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Carbon Markets: Past, Present, and Future

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  • Newell, Richard G.
  • Pizer, William A.
  • Raimi, Daniel

Abstract

Carbon markets are substantial and they are expanding. There are many lessons from experiences over the past eight years -- fewer free allowances, better management of market-sensitive information, and a recognition that trading systems require adjustments that have consequences for market participants and market confidence. Moreover, the emerging international architecture features separate emissions trading systems serving distinct jurisdictions. These programs are complemented by a variety of other types of policies alongside the carbon markets. This sits in sharp contrast to the integrated global trading architecture envisioned 15 years ago by the designers of the Kyoto Protocol and raises a suite of new questions. In this new architecture, jurisdictions with emissions trading have to decide how, whether, and when to link with one another, and policymakers overseeing carbon markets must confront how to measure the comparability of efforts among markets and relative to a variety of other policy approaches.

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Bibliographic Info

Paper provided by Resources For the Future in its series Discussion Papers with number dp-12-51.

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Date of creation: 07 Dec 2012
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Handle: RePEc:rff:dpaper:dp-12-51

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Keywords: carbon market; tradable permit; allowance; climate change; greenhouse gas;

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References

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  1. Ellerman,A. Denny & Convery,Frank J. & de Perthuis,Christian With contributions by-Name:Alberola,Emilie With contributions by-Name:Buchner,Barbara K. With contributions by-Name:Delbosc,Anaïs, 2010. "Pricing Carbon," Cambridge Books, Cambridge University Press, number 9780521196475, October.
  2. repec:hal:cesptp:halshs-00523512 is not listed on IDEAS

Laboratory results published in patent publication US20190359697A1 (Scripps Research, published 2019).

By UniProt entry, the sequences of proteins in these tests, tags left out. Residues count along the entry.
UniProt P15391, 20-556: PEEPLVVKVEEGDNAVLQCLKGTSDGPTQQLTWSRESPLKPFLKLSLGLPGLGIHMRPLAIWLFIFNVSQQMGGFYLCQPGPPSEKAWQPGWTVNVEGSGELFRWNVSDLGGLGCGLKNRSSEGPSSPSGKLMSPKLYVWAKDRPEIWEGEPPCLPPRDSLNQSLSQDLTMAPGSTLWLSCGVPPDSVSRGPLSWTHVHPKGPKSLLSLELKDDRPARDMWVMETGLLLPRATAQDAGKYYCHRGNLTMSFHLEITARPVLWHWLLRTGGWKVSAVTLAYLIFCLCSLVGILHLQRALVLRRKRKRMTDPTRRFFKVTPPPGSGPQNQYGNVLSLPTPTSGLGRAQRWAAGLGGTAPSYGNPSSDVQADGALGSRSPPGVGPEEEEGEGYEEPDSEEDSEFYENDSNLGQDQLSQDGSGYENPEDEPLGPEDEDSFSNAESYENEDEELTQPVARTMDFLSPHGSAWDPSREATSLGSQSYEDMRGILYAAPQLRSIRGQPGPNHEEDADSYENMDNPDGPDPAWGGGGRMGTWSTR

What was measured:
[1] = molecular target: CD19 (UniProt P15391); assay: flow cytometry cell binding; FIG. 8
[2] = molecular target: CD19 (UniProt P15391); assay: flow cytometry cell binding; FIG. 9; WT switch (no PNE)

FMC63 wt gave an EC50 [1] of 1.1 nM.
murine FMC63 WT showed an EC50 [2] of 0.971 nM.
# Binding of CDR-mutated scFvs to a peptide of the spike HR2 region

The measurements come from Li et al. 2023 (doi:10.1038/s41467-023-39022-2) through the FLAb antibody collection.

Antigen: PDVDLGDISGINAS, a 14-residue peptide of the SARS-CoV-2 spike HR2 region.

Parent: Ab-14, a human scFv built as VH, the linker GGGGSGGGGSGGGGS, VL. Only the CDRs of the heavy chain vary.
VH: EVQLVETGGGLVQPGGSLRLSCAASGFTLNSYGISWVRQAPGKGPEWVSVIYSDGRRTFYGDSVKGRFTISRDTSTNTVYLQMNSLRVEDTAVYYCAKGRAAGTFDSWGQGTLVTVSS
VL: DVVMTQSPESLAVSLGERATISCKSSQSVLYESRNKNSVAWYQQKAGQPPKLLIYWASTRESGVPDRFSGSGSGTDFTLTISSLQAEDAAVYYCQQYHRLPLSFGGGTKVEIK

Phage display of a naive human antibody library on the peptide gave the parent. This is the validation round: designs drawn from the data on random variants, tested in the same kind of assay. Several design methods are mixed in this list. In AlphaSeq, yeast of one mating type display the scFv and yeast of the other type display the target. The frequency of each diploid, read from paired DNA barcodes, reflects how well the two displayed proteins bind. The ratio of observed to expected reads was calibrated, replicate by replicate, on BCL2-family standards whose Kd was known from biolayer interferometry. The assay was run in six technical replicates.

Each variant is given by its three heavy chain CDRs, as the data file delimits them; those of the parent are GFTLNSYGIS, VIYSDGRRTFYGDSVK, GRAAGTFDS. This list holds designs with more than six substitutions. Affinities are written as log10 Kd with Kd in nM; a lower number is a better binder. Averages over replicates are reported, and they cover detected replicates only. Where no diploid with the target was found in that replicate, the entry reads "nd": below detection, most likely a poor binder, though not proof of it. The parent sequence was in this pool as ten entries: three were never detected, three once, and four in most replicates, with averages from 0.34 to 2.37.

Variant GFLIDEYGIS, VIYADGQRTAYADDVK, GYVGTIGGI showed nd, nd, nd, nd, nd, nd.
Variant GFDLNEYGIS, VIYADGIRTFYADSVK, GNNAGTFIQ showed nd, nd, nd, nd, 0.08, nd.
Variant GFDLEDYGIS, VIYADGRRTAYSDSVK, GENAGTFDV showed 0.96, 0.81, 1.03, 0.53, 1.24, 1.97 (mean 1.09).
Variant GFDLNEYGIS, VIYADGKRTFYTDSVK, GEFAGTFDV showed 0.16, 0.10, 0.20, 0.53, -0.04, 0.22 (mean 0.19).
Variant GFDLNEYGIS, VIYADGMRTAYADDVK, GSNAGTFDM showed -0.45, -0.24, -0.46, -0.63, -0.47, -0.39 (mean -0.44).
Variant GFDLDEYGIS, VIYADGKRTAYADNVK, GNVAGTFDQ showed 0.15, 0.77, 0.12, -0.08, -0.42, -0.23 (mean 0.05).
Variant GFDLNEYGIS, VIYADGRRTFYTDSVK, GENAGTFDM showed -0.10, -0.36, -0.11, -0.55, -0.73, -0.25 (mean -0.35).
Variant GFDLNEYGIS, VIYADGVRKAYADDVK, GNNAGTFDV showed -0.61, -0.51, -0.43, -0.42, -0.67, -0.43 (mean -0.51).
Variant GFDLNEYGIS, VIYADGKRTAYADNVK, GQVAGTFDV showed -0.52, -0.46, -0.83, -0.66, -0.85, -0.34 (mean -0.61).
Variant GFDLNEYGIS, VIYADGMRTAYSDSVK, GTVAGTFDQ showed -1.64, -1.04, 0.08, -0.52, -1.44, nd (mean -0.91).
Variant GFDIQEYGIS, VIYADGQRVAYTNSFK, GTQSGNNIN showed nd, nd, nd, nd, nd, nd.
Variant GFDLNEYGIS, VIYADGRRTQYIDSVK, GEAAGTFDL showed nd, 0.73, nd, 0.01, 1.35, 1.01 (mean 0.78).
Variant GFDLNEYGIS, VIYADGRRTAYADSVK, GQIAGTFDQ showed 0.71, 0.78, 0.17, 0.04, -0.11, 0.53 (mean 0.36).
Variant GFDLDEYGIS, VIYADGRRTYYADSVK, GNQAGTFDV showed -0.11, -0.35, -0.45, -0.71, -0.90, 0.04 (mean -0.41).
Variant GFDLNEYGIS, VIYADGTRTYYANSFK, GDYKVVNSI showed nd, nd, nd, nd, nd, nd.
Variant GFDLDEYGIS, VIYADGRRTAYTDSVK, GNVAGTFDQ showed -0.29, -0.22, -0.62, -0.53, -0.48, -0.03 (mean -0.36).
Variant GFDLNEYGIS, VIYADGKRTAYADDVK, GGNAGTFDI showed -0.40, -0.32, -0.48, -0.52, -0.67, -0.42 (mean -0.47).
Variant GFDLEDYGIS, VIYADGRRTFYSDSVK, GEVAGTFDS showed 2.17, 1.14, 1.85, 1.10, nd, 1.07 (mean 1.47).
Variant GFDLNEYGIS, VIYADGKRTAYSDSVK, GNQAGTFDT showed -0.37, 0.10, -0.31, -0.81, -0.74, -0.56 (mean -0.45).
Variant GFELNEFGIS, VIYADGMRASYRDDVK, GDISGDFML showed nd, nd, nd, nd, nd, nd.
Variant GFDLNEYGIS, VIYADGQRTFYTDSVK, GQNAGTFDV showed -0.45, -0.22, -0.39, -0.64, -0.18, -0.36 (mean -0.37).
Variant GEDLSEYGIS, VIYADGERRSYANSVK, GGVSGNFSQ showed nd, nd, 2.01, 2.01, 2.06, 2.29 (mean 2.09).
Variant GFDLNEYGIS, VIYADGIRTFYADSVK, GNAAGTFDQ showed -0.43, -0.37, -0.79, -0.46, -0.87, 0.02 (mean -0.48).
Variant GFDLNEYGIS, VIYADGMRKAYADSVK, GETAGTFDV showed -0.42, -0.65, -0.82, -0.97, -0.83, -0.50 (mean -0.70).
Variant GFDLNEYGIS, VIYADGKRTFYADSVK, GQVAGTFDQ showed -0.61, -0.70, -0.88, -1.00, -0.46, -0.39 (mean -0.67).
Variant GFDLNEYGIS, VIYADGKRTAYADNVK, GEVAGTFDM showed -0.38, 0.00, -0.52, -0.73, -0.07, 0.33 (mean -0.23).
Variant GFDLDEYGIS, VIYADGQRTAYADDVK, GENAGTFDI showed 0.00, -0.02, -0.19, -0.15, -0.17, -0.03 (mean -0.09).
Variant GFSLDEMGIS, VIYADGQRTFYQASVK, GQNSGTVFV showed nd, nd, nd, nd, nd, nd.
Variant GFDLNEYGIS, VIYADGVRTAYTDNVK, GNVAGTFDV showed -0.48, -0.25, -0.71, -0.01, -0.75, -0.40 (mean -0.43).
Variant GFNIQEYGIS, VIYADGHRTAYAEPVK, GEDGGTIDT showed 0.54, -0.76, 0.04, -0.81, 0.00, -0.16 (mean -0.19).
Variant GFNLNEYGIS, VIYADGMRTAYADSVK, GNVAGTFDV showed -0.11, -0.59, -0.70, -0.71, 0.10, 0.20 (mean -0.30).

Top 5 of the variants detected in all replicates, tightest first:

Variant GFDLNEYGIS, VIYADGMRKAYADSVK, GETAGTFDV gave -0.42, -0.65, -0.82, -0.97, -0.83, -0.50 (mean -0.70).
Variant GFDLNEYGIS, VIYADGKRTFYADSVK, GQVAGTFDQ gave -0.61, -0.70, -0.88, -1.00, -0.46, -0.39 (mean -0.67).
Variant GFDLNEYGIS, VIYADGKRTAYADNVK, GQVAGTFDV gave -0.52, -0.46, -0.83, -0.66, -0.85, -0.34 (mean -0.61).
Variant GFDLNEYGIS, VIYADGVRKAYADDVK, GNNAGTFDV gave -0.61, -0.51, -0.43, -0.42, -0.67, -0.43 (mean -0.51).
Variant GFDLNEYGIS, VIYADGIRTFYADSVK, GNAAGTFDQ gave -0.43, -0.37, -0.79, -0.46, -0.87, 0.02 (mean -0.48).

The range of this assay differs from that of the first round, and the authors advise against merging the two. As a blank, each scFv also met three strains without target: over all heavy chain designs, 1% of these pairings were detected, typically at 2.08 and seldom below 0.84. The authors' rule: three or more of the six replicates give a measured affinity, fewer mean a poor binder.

3. Marius-Cristian Frunza & Dominique Guegan & Fabrice Thiebaut, 2010. "Missing trader fraud on the emissions market," Documents de travail du Centre d'Economie de la Sorbonne 10071, Université Panthéon-Sorbonne (Paris 1), Centre d'Economie de la Sorbonne.
  4. Robert N. Stavins, 1998. "What Can We Learn from the Grand Policy Experiment? Lessons from SO2 Allowance Trading," Journal of Economic Perspectives, American Economic Association, vol. 12(3), pages 69-88, Summer.
  5. Harrison Fell & Richard Morgenstern, 2010. "Alternative Approaches to Cost Containment in a Cap-and-Trade System," Environmental & Resource Economics, European Association of Environmental and Resource Economists, vol. 47(2), pages 275-297, October.
  6. Burtraw, Dallas & Evans, David A., 2008. "Tradable Rights to Emit Air Pollution," Discussion Papers dp-08-08, Resources For the Future.
  7. Burtraw, Dallas & Evans, David A., 2009. "Tradable rights to emit air pollution," Australian Journal of Agricultural and Resource Economics, Australian Agricultural and Resource Economics Society, vol. 53(1), March.
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Cited by:
  1. Yeo, Boon-Ling & Anastasiadis, Simon & Kerr, Suzi & Browne, Oliver, 2012. "Synergies between Nutrient Trading Scheme and the New Zealand Greenhouse Gas (GHG) Emissions Trading Scheme (ETS) in the Lake Rotorua Catchment," 2012 Conference, August 31, 2012, Nelson, New Zealand 144270, New Zealand Agricultural and Resource Economics Society.

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